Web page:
Solar PV modules are designed to absorb sunlight and use that energy in order to generate electrical current. Therefore, based on the principle of reciprocity, the electrical current that has been produced in the semiconductor material leads to the emission of photons, and this is a process that is called “electroluminescence”. Electroluminescence inspection on PV modules is a technique that is widely used, and it consists of applying a direct current to a module and measuring the resultant photoemission using an infrared camera. At the final output, damaged zones, caused by a variety of possible defects, appear as dark areas, whereas intact zones appear bright and clear. For the performance of the electroluminescence imagery, dark environments are required. This technique is an excellent method for detecting cracks that appear as dark lines, but a major drawback is that for inspections, the photovoltaic installations cannot be in operation, and in addition, it requires high energy consumption and provides only a qualitative diagnosis.
Thermal imaging, also known as infrared thermography, provides images in raster form where pixels contain temperature signatures. In thermal cameras, the most significant factor is the detector’s array, and there exist two types of them. The first type is the thermal or uncooled detectors, whose operation is based on the detection of a change in the temperature of the object under examination through the absorption of electromagnetic radiation, and the second type are quantum or cooled detectors, which convert directly into an electrical signal the incoming photons; they are more complex, but they have a higher sensitivity and response speed. In PVs, infrared inspection is mainly used as micro bolometric detectors, which are subject to the thermal detectors category. There exist two ways that measurements from thermal detectors can be performed. The first way is called quantitative, whereas the second is called qualitative. In a quantitative way, exact temperature values of a component are obtained, whereas the qualitative way compares the temperature of similar components in order to extract defections. The factors that affect I.R. thermography results can be divided into three main categories: the procedural, the technical, which are mainly related to the equipment and the practices that are used, and the environmental factors. Above all, the advantages of I.R. thermography vary, and they include capabilities such as non-destruction of the inspection areas, the ability of large areas scanning with PV plants at maximum power production state, fast data acquisition, and low cost.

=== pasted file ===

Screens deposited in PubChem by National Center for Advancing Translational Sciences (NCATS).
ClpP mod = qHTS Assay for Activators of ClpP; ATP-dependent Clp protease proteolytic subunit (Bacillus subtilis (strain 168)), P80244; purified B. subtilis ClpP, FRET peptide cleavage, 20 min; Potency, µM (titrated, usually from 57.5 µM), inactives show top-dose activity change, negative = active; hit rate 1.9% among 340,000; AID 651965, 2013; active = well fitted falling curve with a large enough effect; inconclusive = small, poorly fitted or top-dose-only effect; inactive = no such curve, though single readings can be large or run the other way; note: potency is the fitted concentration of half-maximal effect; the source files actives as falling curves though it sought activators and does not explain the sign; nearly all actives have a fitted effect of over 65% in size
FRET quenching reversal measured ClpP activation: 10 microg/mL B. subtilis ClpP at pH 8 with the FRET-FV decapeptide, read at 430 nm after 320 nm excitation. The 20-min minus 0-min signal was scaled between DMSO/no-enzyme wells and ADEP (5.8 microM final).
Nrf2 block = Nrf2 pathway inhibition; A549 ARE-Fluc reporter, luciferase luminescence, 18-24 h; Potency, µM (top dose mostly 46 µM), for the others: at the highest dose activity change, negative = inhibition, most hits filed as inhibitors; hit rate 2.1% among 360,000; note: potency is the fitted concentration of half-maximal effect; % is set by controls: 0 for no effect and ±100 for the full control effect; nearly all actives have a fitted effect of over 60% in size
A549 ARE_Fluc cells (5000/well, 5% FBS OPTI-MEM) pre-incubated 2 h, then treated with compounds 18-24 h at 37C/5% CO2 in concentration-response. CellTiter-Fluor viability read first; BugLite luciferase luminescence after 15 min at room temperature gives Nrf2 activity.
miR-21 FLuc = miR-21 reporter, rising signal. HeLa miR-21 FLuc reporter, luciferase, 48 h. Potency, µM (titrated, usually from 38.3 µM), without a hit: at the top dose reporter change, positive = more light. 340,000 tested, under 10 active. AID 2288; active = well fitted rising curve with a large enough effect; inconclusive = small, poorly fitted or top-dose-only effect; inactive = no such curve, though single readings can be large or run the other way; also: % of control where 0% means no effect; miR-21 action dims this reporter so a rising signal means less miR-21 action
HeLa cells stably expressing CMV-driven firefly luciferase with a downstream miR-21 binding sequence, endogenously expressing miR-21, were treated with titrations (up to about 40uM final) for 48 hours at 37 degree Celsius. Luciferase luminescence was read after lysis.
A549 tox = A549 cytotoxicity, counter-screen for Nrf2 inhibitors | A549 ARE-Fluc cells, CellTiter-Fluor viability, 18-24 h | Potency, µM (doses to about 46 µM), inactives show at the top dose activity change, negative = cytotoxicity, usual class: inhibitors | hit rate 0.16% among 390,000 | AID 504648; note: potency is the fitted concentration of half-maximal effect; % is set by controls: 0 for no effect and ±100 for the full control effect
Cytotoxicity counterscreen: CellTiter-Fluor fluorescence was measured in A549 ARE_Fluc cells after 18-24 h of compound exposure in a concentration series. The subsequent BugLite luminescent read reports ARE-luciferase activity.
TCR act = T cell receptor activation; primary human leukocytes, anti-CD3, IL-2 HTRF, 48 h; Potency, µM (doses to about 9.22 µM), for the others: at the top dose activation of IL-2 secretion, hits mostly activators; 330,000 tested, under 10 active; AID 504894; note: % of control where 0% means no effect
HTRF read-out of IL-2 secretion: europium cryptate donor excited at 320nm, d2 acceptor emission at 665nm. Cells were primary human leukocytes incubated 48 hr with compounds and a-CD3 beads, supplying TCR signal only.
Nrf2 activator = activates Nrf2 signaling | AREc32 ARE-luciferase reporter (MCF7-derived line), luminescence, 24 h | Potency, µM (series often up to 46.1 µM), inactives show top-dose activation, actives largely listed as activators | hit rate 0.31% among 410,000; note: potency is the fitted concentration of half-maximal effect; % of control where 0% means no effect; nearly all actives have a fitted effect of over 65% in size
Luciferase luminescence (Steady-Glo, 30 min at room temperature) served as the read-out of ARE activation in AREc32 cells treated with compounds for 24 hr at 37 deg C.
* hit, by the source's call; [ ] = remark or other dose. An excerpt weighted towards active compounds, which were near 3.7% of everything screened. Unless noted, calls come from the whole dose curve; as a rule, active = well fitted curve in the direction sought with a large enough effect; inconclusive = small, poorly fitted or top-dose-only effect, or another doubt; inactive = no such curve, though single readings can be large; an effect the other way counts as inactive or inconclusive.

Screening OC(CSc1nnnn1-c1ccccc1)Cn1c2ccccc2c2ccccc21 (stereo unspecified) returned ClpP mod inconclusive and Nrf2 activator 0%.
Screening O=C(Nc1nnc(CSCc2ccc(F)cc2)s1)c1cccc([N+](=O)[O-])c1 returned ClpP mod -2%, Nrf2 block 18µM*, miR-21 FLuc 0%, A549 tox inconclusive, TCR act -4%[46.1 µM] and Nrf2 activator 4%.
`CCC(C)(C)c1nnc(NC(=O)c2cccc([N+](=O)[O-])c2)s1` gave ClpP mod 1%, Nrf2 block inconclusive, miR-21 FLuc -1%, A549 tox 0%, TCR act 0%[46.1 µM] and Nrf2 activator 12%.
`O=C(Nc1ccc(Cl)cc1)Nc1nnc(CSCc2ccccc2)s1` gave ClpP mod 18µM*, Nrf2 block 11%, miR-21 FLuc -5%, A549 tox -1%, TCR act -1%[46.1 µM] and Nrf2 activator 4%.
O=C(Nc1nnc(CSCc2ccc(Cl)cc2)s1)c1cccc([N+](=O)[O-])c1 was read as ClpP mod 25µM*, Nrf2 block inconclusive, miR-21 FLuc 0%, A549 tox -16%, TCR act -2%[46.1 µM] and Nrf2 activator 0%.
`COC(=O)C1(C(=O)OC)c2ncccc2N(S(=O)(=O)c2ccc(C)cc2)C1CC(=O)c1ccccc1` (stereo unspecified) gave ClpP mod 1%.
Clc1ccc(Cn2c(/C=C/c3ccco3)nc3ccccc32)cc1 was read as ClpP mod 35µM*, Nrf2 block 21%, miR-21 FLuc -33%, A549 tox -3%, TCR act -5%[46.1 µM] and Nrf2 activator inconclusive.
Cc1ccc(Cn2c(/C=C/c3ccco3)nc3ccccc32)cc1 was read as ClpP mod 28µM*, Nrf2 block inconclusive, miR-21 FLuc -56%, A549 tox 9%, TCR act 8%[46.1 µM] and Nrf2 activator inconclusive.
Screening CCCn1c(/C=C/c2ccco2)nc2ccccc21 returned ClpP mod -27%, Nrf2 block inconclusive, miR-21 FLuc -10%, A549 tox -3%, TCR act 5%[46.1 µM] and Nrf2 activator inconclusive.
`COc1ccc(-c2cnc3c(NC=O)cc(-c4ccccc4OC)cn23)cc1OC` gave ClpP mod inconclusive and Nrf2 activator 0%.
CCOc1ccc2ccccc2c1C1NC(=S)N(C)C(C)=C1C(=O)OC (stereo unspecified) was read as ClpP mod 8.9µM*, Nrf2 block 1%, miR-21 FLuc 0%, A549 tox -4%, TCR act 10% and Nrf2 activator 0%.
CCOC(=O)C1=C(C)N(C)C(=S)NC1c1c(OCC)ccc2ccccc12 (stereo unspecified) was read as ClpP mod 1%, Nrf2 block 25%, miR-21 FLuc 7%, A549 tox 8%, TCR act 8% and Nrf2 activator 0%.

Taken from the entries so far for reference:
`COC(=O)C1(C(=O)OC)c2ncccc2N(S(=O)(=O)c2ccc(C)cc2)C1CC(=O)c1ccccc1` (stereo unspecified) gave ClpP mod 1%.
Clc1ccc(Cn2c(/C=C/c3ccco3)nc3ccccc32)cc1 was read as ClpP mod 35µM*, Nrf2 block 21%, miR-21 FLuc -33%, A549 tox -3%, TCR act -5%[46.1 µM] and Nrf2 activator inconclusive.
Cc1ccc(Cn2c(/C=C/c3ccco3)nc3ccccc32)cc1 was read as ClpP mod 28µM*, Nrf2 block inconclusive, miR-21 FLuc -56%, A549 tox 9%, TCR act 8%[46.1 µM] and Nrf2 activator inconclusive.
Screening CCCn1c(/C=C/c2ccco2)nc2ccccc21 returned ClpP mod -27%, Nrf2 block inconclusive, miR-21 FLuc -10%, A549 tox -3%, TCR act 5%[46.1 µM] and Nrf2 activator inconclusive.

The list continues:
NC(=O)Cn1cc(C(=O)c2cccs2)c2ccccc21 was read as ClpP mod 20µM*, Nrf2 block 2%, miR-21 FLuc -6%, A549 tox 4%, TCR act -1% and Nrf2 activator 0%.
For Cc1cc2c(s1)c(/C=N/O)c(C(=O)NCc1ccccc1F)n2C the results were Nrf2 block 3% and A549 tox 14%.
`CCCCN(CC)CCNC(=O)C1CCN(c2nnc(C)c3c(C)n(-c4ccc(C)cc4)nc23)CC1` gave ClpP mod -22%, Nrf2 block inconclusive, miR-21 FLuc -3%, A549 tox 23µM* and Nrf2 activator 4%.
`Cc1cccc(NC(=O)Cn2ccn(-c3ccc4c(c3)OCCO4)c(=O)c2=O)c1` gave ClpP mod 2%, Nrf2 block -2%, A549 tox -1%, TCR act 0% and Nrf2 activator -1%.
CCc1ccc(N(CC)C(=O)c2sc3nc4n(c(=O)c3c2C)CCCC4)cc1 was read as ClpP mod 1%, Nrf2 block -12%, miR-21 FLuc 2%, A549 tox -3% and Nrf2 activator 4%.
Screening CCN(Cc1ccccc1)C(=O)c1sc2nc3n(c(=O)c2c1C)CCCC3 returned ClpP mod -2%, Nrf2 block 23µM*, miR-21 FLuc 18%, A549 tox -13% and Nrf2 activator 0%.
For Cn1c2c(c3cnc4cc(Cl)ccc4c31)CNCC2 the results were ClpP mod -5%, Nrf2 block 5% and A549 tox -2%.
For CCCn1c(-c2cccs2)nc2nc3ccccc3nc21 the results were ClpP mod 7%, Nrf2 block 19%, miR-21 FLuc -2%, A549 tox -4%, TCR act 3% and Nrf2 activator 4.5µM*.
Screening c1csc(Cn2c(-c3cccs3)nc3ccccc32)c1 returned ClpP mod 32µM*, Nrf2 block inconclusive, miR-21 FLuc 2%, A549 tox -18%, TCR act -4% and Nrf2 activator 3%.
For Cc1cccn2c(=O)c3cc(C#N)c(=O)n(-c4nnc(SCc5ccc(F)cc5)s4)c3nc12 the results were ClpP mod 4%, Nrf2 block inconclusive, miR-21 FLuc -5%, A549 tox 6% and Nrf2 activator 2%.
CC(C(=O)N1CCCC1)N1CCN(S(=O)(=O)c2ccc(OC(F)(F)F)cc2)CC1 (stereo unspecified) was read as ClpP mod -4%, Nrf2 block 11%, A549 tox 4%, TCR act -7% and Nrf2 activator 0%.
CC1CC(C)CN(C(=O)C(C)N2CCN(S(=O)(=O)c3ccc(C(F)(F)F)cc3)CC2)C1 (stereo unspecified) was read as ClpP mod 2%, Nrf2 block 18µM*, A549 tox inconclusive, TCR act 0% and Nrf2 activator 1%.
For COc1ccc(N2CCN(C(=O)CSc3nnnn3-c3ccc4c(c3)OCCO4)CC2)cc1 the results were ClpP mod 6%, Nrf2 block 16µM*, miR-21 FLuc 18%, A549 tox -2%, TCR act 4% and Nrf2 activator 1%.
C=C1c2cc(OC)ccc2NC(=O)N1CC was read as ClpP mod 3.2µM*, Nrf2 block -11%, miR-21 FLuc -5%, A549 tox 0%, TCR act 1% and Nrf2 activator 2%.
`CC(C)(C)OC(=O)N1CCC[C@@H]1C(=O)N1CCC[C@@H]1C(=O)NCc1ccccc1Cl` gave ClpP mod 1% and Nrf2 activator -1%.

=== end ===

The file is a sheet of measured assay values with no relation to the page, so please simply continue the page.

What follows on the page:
The use of UAVs manned with cameras is the most efficient way in big-scale operations, and they can save time and human resources. Aerial cameras can perform visual and thermal inspections, and especially in extended photovoltaic plants, they are extremely efficient since they can save up to 85% of the time spent performing thermographic inspections in these areas. However, there exists a list of significant conditions that are required for efficacious PV inspections with the use of UAVs. In the case of RGB (Red, Green, and Blue) images, aerial photographs must be taken vertically, with a desired tilt of less than 3°, while for specific purposes, oblique photos can also be used. Another important factor that contributes to the quality of RGB visual inspections is the environmental conditions that prevail in each area, as they can contribute drastically to the final result. For thermal inspections, the used thermal camera should be sensitive in the 8–14μm band, with a recommended thermal sensitivity below 0.08 K to detect slight temperature differences. Sufficient solar irradiance is necessary to ensure enough thermal contrast; a stable value between 500 W/m2 and 700 W/m2 is suggested. Regarding the placement of the thermal camera on the flying vehicle, it is recommended that the viewing angle with respect to the direction perpendicular to the surface of the units be between 5 and 60 degrees for better recording of the results. Moreover, two of the most critical factors that must be considered in UAV inspections are the flight height and the camera resolution. Moreover, in order to prevent shadow effects and reflections on the surface of the PV module from the UAV, the best recommended hours for carrying out measurements are early in the morning or in the evening, which also allows better differentiating of characteristic temperatures on I.R. captures. It is also important to ensure the stability of the flight and the non-contribution of external factors affecting the temperature of the units; for this reason, the airflows should be seriously considered and eliminated.